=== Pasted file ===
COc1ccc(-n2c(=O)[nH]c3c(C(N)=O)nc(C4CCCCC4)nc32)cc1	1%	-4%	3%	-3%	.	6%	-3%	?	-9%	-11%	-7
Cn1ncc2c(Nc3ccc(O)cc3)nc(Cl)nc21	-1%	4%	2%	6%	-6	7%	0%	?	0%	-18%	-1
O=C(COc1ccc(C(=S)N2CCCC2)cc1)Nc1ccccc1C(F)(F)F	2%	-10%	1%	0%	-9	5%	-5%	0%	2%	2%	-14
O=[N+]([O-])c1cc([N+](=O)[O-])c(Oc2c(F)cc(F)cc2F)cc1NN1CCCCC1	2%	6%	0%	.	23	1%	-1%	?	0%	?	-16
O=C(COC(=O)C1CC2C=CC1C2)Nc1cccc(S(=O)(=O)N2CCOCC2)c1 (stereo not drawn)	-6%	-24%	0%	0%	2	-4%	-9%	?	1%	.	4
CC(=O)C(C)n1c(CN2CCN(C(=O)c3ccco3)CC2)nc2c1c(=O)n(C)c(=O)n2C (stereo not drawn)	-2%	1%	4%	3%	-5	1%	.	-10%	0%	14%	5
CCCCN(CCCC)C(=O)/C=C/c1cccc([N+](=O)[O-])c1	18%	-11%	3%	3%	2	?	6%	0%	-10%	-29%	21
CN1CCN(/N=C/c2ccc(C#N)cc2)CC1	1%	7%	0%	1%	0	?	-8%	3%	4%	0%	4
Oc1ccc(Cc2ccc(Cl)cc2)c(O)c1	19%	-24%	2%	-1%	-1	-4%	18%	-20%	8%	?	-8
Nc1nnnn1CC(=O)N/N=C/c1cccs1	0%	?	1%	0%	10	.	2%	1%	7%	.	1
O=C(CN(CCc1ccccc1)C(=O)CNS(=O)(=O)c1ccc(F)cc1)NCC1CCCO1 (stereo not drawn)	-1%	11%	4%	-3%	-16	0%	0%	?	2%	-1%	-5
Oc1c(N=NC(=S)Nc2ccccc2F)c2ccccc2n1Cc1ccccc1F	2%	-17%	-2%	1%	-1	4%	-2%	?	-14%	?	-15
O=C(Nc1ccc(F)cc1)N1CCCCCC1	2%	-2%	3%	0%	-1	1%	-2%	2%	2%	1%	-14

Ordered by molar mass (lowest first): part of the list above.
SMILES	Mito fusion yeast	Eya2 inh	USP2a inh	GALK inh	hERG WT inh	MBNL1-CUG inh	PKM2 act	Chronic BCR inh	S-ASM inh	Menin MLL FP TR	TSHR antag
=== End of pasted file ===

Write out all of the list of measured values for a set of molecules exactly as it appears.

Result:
COc1ccc(-n2c(=O)[nH]c3c(C(N)=O)nc(C4CCCCC4)nc32)cc1	1%	-4%	3%	-3%	.	6%	-3%	?	-9%	-11%	-7
Cn1ncc2c(Nc3ccc(O)cc3)nc(Cl)nc21	-1%	4%	2%	6%	-6	7%	0%	?	0%	-18%	-1
O=C(COc1ccc(C(=S)N2CCCC2)cc1)Nc1ccccc1C(F)(F)F	2%	-10%	1%	0%	-9	5%	-5%	0%	2%	2%	-14
O=[N+]([O-])c1cc([N+](=O)[O-])c(Oc2c(F)cc(F)cc2F)cc1NN1CCCCC1	2%	6%	0%	.	23	1%	-1%	?	0%	?	-16
O=C(COC(=O)C1CC2C=CC1C2)Nc1cccc(S(=O)(=O)N2CCOCC2)c1 (stereo not drawn)	-6%	-24%	0%	0%	2	-4%	-9%	?	1%	.	4
CC(=O)C(C)n1c(CN2CCN(C(=O)c3ccco3)CC2)nc2c1c(=O)n(C)c(=O)n2C (stereo not drawn)	-2%	1%	4%	3%	-5	1%	.	-10%	0%	14%	5
CCCCN(CCCC)C(=O)/C=C/c1cccc([N+](=O)[O-])c1	18%	-11%	3%	3%	2	?	6%	0%	-10%	-29%	21
CN1CCN(/N=C/c2ccc(C#N)cc2)CC1	1%	7%	0%	1%	0	?	-8%	3%	4%	0%	4
Oc1ccc(Cc2ccc(Cl)cc2)c(O)c1	19%	-24%	2%	-1%	-1	-4%	18%	-20%	8%	?	-8
Nc1nnnn1CC(=O)N/N=C/c1cccs1	0%	?	1%	0%	10	.	2%	1%	7%	.	1
O=C(CN(CCc1ccccc1)C(=O)CNS(=O)(=O)c1ccc(F)cc1)NCC1CCCO1 (stereo not drawn)	-1%	11%	4%	-3%	-16	0%	0%	?	2%	-1%	-5
Oc1c(N=NC(=S)Nc2ccccc2F)c2ccccc2n1Cc1ccccc1F	2%	-17%	-2%	1%	-1	4%	-2%	?	-14%	?	-15
O=C(Nc1ccc(F)cc1)N1CCCCCC1	2%	-2%	3%	0%	-1	1%	-2%	2%	2%	1%	-14

Ordered by molar mass (lowest first): part of the list above.
SMILES	Mito fusion yeast	Eya2 inh	USP2a inh	GALK inh	hERG WT inh	MBNL1-CUG inh	PKM2 act	Chronic BCR inh	S-ASM inh	Menin MLL FP TR	TSHR antag